The Importance of Setting Poetry Goals

Publish date:

This is probably a long overdue follow-up to Nancy's "Published is Published" post from 6/27/07, but late is better than never, right?

The whole issue of whether it's right or wrong for editors to consider poems posted on a blog or forum as published shouldn't be an issue. Editors have their personal opinions on the issue and will stick by them. What's more important is for poets to undertand what they want to achieve with their poetry and set forth on a course that will get them from point A to point B.

For instance, if you decide that your main goal as a poet is to just share your poems freely with as many people as will read them, then you'll want to get a blog, join forums, go crazy on social networking sites and whatever else you can do to spread your poetic gospel. If that's what you want, then good for you; the whole published is published debate doesn't have an effect on how you act online.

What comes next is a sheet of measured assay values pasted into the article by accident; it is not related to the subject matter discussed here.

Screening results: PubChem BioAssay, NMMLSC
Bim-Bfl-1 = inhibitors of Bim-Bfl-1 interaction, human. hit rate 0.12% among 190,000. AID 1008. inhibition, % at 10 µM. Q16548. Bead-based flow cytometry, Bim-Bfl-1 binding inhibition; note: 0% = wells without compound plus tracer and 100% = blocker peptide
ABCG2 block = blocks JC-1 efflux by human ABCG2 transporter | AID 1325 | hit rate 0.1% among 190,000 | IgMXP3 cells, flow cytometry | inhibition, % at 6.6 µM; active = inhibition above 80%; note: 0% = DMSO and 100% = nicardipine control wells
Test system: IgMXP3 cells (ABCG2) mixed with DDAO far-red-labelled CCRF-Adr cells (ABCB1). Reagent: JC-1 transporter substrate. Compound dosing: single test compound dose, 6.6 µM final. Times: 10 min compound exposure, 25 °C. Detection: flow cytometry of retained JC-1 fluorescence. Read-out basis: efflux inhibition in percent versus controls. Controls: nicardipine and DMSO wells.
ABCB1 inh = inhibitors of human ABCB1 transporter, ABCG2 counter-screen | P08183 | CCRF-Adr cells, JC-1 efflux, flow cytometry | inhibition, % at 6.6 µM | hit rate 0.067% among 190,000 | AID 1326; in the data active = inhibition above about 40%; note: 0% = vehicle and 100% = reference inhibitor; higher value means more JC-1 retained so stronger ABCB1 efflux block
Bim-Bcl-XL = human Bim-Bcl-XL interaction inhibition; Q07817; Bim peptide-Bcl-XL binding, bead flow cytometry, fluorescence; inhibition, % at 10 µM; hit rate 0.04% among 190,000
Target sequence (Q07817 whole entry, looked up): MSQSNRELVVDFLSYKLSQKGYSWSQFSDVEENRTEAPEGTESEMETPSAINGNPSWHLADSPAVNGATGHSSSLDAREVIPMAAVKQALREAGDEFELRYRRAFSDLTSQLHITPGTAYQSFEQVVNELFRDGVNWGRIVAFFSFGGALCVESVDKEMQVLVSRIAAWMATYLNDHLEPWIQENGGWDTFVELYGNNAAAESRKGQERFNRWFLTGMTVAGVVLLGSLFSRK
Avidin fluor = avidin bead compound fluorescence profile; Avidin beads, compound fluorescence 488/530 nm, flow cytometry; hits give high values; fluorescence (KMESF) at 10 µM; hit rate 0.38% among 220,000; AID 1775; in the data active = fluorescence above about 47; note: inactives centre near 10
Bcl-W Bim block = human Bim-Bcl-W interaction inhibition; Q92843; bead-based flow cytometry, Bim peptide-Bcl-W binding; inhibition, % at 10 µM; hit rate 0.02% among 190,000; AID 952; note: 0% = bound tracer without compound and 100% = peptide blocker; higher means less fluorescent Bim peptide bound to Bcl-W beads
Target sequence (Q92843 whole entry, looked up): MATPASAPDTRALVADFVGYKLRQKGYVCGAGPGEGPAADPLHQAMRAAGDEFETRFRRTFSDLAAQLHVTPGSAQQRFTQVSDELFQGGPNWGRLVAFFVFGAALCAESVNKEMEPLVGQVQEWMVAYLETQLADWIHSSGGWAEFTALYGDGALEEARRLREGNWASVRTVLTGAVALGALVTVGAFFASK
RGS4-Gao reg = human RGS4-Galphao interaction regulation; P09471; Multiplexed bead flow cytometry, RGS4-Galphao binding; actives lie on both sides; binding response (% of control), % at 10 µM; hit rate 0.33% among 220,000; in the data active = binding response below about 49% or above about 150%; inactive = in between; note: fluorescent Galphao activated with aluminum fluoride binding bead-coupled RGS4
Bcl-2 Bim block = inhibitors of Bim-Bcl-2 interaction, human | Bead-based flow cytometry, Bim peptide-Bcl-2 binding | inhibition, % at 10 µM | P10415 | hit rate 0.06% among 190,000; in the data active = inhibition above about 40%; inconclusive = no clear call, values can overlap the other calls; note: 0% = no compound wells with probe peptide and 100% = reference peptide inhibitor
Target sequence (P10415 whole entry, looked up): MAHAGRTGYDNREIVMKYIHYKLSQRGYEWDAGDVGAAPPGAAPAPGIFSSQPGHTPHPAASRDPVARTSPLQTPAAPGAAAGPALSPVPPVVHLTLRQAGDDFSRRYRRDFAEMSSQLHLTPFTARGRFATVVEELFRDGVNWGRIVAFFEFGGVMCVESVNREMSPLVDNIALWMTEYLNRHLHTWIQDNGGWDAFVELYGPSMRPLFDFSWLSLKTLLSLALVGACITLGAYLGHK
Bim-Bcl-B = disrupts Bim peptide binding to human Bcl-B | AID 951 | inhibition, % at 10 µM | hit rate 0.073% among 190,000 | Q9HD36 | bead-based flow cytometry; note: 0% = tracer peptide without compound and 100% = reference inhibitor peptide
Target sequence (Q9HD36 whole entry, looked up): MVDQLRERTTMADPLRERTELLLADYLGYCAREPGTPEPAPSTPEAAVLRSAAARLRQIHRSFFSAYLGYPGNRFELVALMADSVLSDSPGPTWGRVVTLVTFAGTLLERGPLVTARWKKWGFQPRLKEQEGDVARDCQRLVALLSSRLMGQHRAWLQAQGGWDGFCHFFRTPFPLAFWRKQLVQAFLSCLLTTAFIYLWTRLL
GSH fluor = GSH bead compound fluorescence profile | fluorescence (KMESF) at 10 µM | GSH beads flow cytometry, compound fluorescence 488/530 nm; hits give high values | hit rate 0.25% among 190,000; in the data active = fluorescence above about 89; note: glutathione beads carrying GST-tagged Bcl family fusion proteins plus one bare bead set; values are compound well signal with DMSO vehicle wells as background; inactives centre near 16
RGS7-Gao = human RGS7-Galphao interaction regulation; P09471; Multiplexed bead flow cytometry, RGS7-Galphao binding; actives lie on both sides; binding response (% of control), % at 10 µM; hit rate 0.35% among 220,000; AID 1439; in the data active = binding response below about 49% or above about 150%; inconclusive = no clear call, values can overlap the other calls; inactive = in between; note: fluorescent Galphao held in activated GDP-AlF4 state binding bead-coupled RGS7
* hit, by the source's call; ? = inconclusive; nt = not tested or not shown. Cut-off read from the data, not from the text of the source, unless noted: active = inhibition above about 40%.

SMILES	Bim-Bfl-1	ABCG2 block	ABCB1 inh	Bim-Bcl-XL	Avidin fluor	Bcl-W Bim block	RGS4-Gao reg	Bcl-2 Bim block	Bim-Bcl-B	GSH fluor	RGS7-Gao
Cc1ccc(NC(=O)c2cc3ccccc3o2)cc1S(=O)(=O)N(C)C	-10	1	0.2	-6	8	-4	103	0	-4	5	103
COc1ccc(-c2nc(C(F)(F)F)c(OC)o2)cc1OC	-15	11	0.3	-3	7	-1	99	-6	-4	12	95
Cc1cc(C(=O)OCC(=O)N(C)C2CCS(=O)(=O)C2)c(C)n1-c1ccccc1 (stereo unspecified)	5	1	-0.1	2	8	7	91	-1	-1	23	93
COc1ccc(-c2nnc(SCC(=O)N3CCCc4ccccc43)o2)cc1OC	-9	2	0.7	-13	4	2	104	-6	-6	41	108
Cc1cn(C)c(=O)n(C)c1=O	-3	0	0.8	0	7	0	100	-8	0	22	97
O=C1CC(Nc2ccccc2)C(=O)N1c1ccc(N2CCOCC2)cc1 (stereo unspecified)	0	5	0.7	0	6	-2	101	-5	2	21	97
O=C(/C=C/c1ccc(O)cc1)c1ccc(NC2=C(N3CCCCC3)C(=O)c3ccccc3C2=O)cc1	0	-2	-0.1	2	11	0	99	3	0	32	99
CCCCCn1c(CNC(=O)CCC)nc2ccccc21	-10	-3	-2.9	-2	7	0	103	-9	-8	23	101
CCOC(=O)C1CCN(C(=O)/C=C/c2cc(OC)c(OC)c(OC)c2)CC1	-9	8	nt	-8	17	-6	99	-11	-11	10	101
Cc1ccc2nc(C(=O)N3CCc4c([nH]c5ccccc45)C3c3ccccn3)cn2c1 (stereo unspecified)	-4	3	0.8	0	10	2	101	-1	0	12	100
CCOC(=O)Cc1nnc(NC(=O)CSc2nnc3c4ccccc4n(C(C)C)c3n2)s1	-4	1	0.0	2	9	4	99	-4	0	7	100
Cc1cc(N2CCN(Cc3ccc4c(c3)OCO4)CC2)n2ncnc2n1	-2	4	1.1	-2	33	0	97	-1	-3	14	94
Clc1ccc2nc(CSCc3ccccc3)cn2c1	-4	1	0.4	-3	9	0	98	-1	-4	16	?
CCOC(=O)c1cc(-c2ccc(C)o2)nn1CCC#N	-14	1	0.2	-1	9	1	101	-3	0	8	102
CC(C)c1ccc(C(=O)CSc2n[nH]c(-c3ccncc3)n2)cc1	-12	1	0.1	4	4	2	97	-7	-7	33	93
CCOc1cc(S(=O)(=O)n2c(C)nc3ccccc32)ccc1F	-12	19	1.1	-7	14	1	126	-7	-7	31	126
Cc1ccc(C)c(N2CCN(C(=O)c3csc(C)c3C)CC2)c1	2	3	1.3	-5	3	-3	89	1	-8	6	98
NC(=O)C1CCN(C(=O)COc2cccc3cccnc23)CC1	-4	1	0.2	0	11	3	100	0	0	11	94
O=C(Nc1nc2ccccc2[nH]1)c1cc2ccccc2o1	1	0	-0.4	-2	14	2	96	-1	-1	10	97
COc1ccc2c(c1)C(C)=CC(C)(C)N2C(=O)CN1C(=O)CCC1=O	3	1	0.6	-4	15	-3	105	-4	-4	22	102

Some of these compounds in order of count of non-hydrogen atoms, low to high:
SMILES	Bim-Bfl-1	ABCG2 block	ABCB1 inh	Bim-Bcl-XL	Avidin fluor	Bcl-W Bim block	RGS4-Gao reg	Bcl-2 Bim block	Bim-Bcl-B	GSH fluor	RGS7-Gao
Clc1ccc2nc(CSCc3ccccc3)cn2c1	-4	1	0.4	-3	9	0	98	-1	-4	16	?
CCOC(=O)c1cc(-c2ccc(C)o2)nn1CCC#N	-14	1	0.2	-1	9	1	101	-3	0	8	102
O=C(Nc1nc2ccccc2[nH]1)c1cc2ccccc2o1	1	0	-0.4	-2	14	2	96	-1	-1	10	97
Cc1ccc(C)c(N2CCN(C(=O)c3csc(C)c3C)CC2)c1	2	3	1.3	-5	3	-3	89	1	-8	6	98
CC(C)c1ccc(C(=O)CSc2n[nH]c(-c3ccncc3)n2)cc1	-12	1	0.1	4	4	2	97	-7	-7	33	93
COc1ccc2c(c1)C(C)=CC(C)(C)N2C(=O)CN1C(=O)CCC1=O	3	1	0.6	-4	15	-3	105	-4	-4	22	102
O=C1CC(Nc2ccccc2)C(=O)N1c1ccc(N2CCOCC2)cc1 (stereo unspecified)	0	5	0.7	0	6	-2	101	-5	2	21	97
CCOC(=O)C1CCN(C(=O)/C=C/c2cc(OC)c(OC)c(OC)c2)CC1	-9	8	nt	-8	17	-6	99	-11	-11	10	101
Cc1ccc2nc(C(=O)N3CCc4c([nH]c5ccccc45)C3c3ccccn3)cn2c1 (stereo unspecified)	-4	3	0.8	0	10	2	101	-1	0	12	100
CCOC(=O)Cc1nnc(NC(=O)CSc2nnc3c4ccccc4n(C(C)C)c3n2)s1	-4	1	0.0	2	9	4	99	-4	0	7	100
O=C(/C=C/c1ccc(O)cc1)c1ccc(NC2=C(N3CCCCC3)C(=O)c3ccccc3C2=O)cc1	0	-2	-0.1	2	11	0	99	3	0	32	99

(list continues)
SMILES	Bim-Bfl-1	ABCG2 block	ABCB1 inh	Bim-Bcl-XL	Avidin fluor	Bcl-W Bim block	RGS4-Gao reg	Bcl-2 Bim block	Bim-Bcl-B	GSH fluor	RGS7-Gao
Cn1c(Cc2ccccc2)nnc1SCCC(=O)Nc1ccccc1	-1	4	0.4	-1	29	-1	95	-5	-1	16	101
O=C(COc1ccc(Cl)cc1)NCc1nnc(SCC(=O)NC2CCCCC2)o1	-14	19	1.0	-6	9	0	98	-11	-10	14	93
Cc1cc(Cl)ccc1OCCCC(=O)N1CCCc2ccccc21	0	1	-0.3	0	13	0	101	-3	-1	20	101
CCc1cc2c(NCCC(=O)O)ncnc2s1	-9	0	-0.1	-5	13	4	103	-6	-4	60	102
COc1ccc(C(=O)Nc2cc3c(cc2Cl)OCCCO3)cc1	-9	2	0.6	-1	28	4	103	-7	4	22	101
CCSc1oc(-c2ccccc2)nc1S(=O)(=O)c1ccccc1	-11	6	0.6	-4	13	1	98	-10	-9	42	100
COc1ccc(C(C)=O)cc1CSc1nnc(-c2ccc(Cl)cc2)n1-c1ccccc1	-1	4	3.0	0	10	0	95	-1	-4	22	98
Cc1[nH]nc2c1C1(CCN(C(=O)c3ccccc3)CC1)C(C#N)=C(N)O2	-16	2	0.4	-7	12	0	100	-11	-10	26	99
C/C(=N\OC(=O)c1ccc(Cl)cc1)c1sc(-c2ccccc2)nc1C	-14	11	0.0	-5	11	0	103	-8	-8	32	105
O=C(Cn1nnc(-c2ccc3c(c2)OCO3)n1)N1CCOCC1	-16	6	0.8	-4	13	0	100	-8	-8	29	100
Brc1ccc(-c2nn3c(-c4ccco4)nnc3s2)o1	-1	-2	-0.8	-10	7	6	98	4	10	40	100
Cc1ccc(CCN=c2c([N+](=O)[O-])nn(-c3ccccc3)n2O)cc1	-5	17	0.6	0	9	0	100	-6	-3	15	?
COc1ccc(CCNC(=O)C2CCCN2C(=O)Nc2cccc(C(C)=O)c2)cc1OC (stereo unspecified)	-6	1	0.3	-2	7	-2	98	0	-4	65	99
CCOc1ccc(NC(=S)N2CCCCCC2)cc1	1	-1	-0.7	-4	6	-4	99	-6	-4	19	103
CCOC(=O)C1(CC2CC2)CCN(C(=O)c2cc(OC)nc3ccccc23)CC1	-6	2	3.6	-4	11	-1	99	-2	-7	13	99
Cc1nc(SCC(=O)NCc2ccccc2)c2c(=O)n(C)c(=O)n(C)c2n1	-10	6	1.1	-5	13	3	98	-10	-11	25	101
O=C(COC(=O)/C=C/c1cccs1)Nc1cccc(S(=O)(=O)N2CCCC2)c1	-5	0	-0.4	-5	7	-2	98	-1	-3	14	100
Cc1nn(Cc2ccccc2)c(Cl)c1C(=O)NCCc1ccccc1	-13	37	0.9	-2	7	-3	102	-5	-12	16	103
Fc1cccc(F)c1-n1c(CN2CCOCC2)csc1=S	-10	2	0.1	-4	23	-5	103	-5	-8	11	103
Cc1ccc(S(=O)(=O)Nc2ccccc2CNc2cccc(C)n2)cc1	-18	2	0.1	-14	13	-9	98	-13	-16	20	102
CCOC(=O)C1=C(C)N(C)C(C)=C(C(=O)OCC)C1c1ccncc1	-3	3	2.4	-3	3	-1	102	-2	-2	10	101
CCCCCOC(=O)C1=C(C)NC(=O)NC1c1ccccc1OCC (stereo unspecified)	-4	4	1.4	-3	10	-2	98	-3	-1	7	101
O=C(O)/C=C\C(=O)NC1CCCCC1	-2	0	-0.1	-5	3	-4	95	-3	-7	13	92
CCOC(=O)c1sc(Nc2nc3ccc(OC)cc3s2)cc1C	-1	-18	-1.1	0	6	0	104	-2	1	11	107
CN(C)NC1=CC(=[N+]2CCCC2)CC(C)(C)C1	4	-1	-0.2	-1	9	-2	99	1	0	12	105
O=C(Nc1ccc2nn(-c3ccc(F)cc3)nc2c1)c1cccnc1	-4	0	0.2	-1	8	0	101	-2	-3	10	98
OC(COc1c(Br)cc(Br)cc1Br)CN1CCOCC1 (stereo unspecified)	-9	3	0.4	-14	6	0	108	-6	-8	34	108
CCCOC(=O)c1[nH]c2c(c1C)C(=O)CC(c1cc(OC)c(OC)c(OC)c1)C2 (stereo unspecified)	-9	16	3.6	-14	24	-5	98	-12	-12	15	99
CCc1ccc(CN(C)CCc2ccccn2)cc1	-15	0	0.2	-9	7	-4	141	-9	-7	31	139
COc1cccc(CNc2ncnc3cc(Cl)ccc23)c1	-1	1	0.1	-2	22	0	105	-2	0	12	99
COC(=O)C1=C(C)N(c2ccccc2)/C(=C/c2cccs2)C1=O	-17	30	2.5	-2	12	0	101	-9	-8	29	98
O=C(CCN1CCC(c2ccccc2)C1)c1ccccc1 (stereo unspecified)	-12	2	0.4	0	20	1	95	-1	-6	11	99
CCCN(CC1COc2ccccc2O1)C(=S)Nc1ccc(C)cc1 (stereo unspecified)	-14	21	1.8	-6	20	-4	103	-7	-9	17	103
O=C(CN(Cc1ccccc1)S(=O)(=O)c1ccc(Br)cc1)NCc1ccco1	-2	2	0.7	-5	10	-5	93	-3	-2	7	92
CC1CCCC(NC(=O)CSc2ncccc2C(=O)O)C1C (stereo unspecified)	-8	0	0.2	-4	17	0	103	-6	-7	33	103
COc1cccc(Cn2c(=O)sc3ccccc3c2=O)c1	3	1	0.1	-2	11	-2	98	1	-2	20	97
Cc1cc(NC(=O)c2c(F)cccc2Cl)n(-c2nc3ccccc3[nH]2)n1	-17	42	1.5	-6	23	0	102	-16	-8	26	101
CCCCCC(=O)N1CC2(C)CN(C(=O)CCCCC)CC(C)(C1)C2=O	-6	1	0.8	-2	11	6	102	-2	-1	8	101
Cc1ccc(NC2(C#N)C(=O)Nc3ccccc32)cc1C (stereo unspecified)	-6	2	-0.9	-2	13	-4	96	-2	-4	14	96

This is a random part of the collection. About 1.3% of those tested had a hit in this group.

If you decide you want to get published in literary journals and print publications, then you may need to tread more lightly and consider how and where you post drafts of your poems. Because the editors of such publications often do care whether your poems have appeared online or print previously. Whether you agree with this or not, that's just how it is.

On the other hand, if your goal is to make millions of dollars writing poetry and use it as a platform to launch your own rock band--like Robert Lee Brewer & the Poets of Discontent--then you just might need to be pinched, because you're obviously dreaming. Poets don't make much money off publishing poetry, no matter where they're published.

So here's the bottom line: Consider what you want to accomplish as a poet. Then, make sure your online and print habits align with your long-term goals.

If you haven't already, you can check out Nancy's "Published is Published" post here.



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